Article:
It’s Alive! Frankenstein at 200

To commemorate the two hundredth anniversary of Mary Shelley’s masterpiece, Frankenstein – originally published on 1 January 1818, the Morgan curated an art exhibition with movie memorabilia, film posters, comic books, publicity stills, aiming to explain how Frankenstein caught the popular imagination in the course of two hundred years.

Richard Rothwell (1800-1868)
Mary Wollstonecraft Shelley, 1831
Oil on canvas

This is how the world remembers Mary Shelley: a handsome widow at the height of her fame. Percy Bysshe Shelley had drowned in 1822 when a sudden storm overturned his boat, and she returned  penniless to London with their only surviving child. P.B. Shelley’s income had died with him, and his father, Sir Timothy, loathed his son and daughter-in-law and forbade her to publish under the Shelley name. Nonetheless she wrote, productively, as ”the author of Frankenstein.” Eventually she returned to society, giving modest parties where the Irish painter  Richard Rothwell, the painter of this portrait, was a guest.


The pressbook for the Bride of Frankenstein, a collection of photographs and promotional materials sent to journalists, depicts an imperious Mary Shelley whose glance projects power and knowledge. It also reflects her novel, in which the monster does demand a mate. In James Whale’s film, however, the idea of  a bride originates with a new character, Dr. Septimus Pretorius, Henry Frankenstein’s former university teacher and a paragon of evil. He has come to induce Frankenstein to collaborate with him, in the scene ending with Pretorius’ toast on gin, ”my only weakness,” to ”a new world of  gods and monsters!”


The model for Robert De Niro’s makeup is twisted in pain that might make one turn away. It was fabricated by Daniel Parker, who earned an Academy Award nomination for this makeup concept

Frankenstein (1994), directed by Kenneth Branagh
Starring Robert De Niro, Kenneth Branagh, Helena Bonham Carter


Colour offset lithograph poster for the ”Bride of the Monster”, 1956


Roman Freulich (1898-1974)
Elsa Lanchester in The Bride of Frankenstein, 1935

In the novel, Victor Frankenstein destroys the bride before she is vivified. In the 1935 sequel to Frankenstein, she is given little screen time. She is brought out just long enough to be introduced, to spurn the other monster – screaming so hard at him that Lanchester’s vocal cords were damaged for months – and to be returned to death when the monster brings down the tower.


Roman Freulich (1898-1974)
Jack Pierce devising makeup for Boris Karloff
in The Bride of Frankenstein, 1935

Boris Karloff, born William Henry Pratt, was a handsome man. Here, Pierce is at work making him ugly. The creature’s forehead is clamped where his transplanted brain has been popped in. Karloff’s head  was built up with layers of collodion and cheesecloth. This was covered with blue-green greasepaint, which photographed a deathly gray. Boris Karloff removed a bridge from the side of his mouth and sucked his cheek in. Finally, because his eyes were to lively, Karloff said, ”too understanding where dumb bewilderment was so essential,” Pierce added wax to his eyelids, making  them ”heavy, half-seeing”.


Prince Hoare (1755-1834)
Acrobats, 1779
Pen and ink, brown ink and wash over pen and black ink on laid paper

Prince Hoare may have sketched this lively group of acrobats when he was studying art in Rome with Fuseli and James Northcote. His career was unsuccessful, and he stopped exhibiting in 1785, remaking himself as a playwright. Hoare was a longtime friend of Mary Shelley’s father, William Godwin,  whom Northcote painted.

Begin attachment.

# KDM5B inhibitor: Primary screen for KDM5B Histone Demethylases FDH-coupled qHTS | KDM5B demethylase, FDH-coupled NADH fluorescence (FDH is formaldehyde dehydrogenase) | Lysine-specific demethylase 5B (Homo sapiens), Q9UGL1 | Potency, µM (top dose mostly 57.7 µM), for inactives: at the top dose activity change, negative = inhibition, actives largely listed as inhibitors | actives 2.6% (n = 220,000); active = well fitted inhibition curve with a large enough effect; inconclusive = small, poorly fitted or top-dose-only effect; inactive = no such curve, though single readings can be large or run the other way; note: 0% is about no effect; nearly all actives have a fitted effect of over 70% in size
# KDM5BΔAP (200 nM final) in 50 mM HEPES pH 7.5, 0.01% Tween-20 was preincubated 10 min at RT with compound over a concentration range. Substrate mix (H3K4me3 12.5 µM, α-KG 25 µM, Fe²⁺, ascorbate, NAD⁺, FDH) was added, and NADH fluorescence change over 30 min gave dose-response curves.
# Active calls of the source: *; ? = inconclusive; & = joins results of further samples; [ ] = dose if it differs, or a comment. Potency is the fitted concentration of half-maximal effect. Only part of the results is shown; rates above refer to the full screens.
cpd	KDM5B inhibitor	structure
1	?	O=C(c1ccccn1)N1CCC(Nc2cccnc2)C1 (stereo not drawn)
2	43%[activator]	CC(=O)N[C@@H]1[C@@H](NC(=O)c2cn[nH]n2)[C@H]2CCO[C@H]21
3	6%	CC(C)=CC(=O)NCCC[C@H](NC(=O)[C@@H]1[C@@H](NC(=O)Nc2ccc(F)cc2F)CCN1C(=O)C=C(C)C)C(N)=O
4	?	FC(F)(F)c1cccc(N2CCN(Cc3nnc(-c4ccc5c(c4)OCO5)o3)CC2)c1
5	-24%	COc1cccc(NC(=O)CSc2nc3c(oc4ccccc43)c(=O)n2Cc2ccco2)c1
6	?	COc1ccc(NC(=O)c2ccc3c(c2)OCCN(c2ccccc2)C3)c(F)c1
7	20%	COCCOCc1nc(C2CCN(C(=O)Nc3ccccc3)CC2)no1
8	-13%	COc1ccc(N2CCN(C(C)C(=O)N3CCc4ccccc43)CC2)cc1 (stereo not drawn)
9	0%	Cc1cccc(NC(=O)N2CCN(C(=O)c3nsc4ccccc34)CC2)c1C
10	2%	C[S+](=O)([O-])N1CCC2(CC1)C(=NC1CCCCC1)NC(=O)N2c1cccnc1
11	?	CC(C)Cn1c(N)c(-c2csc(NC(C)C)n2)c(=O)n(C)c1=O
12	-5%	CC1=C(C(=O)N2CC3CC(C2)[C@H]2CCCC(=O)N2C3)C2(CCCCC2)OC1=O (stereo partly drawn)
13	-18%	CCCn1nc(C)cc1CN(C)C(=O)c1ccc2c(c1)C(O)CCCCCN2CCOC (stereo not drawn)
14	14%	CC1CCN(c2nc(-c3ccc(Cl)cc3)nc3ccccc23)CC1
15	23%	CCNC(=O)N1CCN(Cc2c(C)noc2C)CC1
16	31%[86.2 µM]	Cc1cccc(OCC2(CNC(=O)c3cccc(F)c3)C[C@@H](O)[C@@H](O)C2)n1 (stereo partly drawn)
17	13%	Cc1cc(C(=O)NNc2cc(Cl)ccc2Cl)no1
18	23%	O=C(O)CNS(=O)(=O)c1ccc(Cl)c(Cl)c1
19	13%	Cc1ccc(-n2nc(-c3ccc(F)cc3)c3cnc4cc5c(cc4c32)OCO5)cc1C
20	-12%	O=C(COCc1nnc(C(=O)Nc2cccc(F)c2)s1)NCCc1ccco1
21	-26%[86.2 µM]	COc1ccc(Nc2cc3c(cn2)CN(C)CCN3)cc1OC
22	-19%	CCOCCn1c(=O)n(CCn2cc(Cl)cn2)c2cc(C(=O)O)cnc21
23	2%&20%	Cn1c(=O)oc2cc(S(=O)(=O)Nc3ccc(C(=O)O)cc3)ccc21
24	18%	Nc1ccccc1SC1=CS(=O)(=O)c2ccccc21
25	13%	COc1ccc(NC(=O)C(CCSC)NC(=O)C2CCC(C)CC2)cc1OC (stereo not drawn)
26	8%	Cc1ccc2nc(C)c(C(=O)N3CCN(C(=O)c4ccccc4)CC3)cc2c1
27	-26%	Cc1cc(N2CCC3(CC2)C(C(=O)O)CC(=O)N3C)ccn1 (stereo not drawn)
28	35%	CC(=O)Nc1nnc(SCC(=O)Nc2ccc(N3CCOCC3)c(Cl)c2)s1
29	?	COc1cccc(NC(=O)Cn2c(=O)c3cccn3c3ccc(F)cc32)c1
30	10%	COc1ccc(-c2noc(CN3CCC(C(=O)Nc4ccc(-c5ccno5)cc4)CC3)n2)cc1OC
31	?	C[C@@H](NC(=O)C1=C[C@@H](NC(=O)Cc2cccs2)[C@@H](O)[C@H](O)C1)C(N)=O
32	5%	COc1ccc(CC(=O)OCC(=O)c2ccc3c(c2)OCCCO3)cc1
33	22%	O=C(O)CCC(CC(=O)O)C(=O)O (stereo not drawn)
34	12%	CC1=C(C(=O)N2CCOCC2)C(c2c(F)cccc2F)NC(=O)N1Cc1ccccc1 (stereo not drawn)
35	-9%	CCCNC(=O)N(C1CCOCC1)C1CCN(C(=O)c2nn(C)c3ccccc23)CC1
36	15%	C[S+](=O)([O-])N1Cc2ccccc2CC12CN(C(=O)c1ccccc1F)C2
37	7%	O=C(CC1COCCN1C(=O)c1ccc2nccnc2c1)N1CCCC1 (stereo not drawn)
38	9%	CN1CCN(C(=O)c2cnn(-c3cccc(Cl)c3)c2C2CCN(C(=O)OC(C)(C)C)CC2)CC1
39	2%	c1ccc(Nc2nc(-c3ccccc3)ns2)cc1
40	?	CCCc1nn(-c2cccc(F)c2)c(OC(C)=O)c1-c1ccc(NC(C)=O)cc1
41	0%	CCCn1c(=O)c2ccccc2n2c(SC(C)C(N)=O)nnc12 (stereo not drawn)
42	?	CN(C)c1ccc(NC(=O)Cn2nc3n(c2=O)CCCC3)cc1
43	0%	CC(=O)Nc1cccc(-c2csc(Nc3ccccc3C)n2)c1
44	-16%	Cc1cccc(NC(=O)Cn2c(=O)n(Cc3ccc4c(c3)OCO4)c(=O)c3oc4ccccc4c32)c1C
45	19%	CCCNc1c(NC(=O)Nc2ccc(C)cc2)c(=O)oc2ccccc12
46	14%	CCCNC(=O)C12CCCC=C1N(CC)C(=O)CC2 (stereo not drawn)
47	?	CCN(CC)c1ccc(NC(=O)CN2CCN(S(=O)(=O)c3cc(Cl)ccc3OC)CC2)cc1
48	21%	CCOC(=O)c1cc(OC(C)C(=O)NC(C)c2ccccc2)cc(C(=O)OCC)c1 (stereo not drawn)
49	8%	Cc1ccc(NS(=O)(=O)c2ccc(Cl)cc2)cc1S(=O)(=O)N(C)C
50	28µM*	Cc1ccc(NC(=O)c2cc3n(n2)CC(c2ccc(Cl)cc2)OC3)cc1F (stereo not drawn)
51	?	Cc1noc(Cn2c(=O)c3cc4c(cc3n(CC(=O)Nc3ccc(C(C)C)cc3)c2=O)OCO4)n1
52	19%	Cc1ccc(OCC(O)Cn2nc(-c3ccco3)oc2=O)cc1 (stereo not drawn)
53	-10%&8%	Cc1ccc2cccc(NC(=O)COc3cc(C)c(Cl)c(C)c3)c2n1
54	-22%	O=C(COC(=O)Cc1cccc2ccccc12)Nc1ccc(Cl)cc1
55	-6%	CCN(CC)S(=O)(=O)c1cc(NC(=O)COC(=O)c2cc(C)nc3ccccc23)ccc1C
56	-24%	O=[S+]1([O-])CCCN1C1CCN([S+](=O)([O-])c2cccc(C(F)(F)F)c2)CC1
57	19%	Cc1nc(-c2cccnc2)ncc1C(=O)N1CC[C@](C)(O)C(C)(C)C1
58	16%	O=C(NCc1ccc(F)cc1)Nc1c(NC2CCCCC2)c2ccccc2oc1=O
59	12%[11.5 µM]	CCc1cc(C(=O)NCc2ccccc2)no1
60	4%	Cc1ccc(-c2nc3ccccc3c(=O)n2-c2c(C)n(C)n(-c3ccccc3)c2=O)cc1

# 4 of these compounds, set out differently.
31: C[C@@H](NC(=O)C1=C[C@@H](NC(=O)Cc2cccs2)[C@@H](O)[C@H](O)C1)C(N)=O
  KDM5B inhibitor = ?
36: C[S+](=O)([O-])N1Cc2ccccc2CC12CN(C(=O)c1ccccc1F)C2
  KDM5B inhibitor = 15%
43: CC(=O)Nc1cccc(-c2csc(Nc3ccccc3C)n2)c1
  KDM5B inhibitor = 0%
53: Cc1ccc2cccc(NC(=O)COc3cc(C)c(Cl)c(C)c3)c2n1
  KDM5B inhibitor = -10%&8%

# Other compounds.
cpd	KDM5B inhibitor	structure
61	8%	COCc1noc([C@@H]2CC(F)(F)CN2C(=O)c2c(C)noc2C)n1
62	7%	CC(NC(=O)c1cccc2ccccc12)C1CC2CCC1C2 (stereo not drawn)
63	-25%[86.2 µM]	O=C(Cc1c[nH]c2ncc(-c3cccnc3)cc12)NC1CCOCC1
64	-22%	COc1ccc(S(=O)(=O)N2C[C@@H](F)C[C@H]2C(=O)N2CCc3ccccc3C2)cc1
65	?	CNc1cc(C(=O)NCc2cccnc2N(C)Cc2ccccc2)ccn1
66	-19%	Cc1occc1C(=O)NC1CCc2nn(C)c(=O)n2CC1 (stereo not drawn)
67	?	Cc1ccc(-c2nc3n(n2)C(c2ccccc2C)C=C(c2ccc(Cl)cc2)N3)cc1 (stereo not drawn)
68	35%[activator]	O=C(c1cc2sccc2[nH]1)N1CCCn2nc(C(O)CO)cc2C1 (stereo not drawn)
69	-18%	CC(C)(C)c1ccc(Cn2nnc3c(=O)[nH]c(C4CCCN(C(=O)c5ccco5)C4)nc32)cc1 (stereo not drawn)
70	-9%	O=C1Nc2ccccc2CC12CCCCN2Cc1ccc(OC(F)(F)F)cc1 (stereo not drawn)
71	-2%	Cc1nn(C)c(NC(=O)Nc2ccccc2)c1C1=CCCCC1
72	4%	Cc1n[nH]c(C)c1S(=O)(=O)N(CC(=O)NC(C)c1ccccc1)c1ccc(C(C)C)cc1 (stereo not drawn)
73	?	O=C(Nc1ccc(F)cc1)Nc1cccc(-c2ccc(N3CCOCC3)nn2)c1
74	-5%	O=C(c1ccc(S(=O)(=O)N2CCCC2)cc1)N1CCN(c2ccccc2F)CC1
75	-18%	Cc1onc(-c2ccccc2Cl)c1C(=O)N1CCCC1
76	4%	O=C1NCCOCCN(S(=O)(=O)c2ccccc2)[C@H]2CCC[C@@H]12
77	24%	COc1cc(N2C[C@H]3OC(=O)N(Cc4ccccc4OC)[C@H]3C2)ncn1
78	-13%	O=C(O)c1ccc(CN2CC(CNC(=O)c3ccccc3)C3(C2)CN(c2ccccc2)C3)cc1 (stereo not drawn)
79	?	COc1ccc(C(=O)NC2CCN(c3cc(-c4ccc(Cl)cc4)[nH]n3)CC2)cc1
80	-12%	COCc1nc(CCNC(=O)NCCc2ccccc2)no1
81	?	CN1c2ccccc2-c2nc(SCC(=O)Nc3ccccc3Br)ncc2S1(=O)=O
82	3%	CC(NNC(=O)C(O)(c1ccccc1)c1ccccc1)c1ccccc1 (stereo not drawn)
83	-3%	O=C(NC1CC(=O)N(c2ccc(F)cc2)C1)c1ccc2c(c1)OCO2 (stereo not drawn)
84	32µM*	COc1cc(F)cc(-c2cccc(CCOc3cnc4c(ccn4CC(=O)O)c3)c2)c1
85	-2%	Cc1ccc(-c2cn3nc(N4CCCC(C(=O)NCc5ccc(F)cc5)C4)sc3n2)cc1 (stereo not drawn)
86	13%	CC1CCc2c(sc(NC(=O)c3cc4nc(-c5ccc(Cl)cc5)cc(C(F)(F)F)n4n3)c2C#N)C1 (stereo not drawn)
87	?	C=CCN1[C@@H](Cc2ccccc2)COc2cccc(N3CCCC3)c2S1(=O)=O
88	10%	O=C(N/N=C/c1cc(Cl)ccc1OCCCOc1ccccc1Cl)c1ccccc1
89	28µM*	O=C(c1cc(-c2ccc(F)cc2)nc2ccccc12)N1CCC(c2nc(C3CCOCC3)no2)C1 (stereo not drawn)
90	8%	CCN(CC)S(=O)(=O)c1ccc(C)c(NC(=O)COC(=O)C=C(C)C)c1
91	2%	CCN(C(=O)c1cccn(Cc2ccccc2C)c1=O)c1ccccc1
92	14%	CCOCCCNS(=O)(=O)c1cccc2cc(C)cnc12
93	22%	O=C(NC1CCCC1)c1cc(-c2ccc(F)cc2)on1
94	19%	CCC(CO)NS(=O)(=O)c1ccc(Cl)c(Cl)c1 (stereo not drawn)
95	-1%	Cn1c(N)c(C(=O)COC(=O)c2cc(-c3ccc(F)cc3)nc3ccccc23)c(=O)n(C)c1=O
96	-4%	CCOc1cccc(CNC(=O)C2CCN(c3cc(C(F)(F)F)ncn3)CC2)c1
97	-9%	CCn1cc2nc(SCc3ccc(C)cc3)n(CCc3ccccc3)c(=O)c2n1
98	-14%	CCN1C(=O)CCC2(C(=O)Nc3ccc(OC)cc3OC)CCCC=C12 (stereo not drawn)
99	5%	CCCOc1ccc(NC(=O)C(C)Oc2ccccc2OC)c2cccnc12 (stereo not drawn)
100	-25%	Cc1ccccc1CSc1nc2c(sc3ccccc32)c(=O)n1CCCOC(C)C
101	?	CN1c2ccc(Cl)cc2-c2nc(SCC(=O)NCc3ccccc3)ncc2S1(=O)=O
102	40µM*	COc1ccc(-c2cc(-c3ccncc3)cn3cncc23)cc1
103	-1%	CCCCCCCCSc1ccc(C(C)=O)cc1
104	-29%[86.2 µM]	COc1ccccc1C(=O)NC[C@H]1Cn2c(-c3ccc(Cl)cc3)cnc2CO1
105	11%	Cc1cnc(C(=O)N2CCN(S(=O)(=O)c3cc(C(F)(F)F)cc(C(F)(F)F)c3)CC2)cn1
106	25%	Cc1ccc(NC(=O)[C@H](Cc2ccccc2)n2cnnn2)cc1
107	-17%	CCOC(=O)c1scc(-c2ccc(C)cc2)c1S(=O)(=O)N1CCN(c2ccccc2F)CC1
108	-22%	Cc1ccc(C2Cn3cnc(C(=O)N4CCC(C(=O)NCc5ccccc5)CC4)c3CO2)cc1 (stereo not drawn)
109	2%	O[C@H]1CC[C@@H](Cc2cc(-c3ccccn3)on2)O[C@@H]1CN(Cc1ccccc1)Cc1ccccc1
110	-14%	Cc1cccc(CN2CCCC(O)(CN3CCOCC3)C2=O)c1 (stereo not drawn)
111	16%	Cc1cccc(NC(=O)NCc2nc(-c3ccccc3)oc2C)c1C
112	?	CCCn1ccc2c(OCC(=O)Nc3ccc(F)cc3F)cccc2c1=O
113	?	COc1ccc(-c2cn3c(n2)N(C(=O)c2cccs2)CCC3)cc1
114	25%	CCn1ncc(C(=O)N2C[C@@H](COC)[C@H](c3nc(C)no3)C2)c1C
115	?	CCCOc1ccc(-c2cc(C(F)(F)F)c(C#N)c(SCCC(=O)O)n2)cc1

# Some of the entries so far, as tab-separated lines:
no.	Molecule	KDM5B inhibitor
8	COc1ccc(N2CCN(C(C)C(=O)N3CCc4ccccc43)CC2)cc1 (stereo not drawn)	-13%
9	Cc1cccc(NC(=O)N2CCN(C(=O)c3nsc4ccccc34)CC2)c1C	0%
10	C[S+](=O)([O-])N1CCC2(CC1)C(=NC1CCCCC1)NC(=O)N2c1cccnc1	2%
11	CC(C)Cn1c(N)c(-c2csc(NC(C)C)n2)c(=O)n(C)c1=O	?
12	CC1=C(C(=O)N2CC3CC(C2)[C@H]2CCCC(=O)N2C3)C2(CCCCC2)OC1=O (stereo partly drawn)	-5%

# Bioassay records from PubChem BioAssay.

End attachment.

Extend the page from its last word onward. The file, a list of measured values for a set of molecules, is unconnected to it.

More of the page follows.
Henry Fuseli (1741-1825)
The Nigthmare, 1781
Oil on canvas

In this, the most famous of Gothic paintings, a sleeping woman is beset by a nightmare – defined by Samuel Johnson as ”a morbid oppression in the night, resembling thee pressure of weight upon the breast” – here embodied as a goblin with cat’s eyes. The mare at the window is both comical and frightening. The Swiss immigrant artist Fuseli was the first many Mary Shelley’s  mother, the writer Mary Wollstonecraft, loved, and both mother and daughter would have known this painting.


Henry Fuseli (1741-1825)
The Three Witches (or The Weird Sisters), ca. 1782
Oil on canvas

Fuseli was not above humour in his paintings. Here, the second of the three witches  from Macbeth is the likeness of Fuseli’s old friend and painting master, John Jakob Bodmer.  Hugely ambitious, Fuseli was celebrated not just for his visionary paintings but for his work in the lucrative market for literary scenes, and he became known as ”Shakespeare’s painter”. This is the earliest of three versions of this work, depicting the witches at the moment of their conversation with Banquo.


Thomas Rowlandson (1756-1827)
The Covent Garden Night Mare
Etching on wove paper, hand-coloured

The late eighteenth century was the great era of the satiric print in Britain; audiences loved the savage pleasures of their political attacks. Here, Rowlandson coopted Fuseli’s Nightmare, swapping the lissome sleeping woman for the roly-poly leader of the Whig opposition, Charles James Fox, who had just lost power in the 1784 election.


James Gillray (1756-1815)
Wierd-Sisters, Ministers of Darkness, Minions of the Moon
Etching and aquatint, hand-coloured

Gillray turned to Fuseli’s Shakespeare paintings as models six times. Wierd-Sisters, an ”attempt in the caricatura-sublime” modeled on Fuseli’s Three Witches, was seen as Gillray’s masterpiece. (Wierd is a contemporary alternative  spelling).

Three  witches are the three most powerful politicians at the time – William Pitt, Lord Thurlow and Lord Dundas – who were joined in an unstable government.


The Morgan Library & Museum

January 04th, 2019

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